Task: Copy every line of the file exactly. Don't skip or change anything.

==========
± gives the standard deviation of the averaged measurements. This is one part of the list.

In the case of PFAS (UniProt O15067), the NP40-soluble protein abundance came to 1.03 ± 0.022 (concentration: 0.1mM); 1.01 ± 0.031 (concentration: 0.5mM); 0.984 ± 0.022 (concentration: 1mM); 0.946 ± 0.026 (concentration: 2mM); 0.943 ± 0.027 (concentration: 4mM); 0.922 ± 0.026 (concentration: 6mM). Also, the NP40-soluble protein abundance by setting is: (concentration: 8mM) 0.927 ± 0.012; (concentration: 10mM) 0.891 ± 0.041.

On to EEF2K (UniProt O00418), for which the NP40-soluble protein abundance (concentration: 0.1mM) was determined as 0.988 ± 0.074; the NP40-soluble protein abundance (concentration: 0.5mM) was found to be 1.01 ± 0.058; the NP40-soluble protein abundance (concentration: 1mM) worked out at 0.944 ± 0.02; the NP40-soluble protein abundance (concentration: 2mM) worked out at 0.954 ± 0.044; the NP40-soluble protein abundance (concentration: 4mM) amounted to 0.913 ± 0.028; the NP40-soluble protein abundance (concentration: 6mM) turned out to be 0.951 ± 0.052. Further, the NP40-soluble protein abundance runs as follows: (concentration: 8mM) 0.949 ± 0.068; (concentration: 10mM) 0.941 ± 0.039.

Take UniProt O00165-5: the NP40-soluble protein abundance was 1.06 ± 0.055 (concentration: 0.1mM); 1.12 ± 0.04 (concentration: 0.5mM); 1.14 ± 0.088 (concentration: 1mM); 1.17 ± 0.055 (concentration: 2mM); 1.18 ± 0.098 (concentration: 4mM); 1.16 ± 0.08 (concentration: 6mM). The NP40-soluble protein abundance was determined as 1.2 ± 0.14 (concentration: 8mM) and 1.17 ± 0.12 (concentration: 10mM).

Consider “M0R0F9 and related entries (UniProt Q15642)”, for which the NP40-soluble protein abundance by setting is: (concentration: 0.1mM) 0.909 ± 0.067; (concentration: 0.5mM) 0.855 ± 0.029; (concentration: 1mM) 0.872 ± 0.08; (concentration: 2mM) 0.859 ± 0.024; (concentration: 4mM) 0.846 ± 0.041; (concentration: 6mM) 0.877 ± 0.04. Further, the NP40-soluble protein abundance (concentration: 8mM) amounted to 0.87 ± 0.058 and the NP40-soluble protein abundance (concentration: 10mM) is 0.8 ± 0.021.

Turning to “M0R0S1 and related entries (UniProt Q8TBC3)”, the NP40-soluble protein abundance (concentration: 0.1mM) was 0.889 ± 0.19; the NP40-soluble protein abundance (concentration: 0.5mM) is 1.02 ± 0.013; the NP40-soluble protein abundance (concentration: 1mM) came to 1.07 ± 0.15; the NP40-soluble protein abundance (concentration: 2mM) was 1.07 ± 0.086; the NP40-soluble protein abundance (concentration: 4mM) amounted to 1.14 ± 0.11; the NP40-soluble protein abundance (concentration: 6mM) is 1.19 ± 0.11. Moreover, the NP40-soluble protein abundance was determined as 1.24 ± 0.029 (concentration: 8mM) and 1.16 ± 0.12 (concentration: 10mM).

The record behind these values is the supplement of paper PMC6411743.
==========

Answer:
± gives the standard deviation of the averaged measurements. This is one part of the list.

In the case of PFAS (UniProt O15067), the NP40-soluble protein abundance came to 1.03 ± 0.022 (concentration: 0.1mM); 1.01 ± 0.031 (concentration: 0.5mM); 0.984 ± 0.022 (concentration: 1mM); 0.946 ± 0.026 (concentration: 2mM); 0.943 ± 0.027 (concentration: 4mM); 0.922 ± 0.026 (concentration: 6mM). Also, the NP40-soluble protein abundance by setting is: (concentration: 8mM) 0.927 ± 0.012; (concentration: 10mM) 0.891 ± 0.041.

On to EEF2K (UniProt O00418), for which the NP40-soluble protein abundance (concentration: 0.1mM) was determined as 0.988 ± 0.074; the NP40-soluble protein abundance (concentration: 0.5mM) was found to be 1.01 ± 0.058; the NP40-soluble protein abundance (concentration: 1mM) worked out at 0.944 ± 0.02; the NP40-soluble protein abundance (concentration: 2mM) worked out at 0.954 ± 0.044; the NP40-soluble protein abundance (concentration: 4mM) amounted to 0.913 ± 0.028; the NP40-soluble protein abundance (concentration: 6mM) turned out to be 0.951 ± 0.052. Further, the NP40-soluble protein abundance runs as follows: (concentration: 8mM) 0.949 ± 0.068; (concentration: 10mM) 0.941 ± 0.039.

Take UniProt O00165-5: the NP40-soluble protein abundance was 1.06 ± 0.055 (concentration: 0.1mM); 1.12 ± 0.04 (concentration: 0.5mM); 1.14 ± 0.088 (concentration: 1mM); 1.17 ± 0.055 (concentration: 2mM); 1.18 ± 0.098 (concentration: 4mM); 1.16 ± 0.08 (concentration: 6mM). The NP40-soluble protein abundance was determined as 1.2 ± 0.14 (concentration: 8mM) and 1.17 ± 0.12 (concentration: 10mM).

Consider “M0R0F9 and related entries (UniProt Q15642)”, for which the NP40-soluble protein abundance by setting is: (concentration: 0.1mM) 0.909 ± 0.067; (concentration: 0.5mM) 0.855 ± 0.029; (concentration: 1mM) 0.872 ± 0.08; (concentration: 2mM) 0.859 ± 0.024; (concentration: 4mM) 0.846 ± 0.041; (concentration: 6mM) 0.877 ± 0.04. Further, the NP40-soluble protein abundance (concentration: 8mM) amounted to 0.87 ± 0.058 and the NP40-soluble protein abundance (concentration: 10mM) is 0.8 ± 0.021.

Turning to “M0R0S1 and related entries (UniProt Q8TBC3)”, the NP40-soluble protein abundance (concentration: 0.1mM) was 0.889 ± 0.19; the NP40-soluble protein abundance (concentration: 0.5mM) is 1.02 ± 0.013; the NP40-soluble protein abundance (concentration: 1mM) came to 1.07 ± 0.15; the NP40-soluble protein abundance (concentration: 2mM) was 1.07 ± 0.086; the NP40-soluble protein abundance (concentration: 4mM) amounted to 1.14 ± 0.11; the NP40-soluble protein abundance (concentration: 6mM) is 1.19 ± 0.11. Moreover, the NP40-soluble protein abundance was determined as 1.24 ± 0.029 (concentration: 8mM) and 1.16 ± 0.12 (concentration: 10mM).

The record behind these values is the supplement of paper PMC6411743.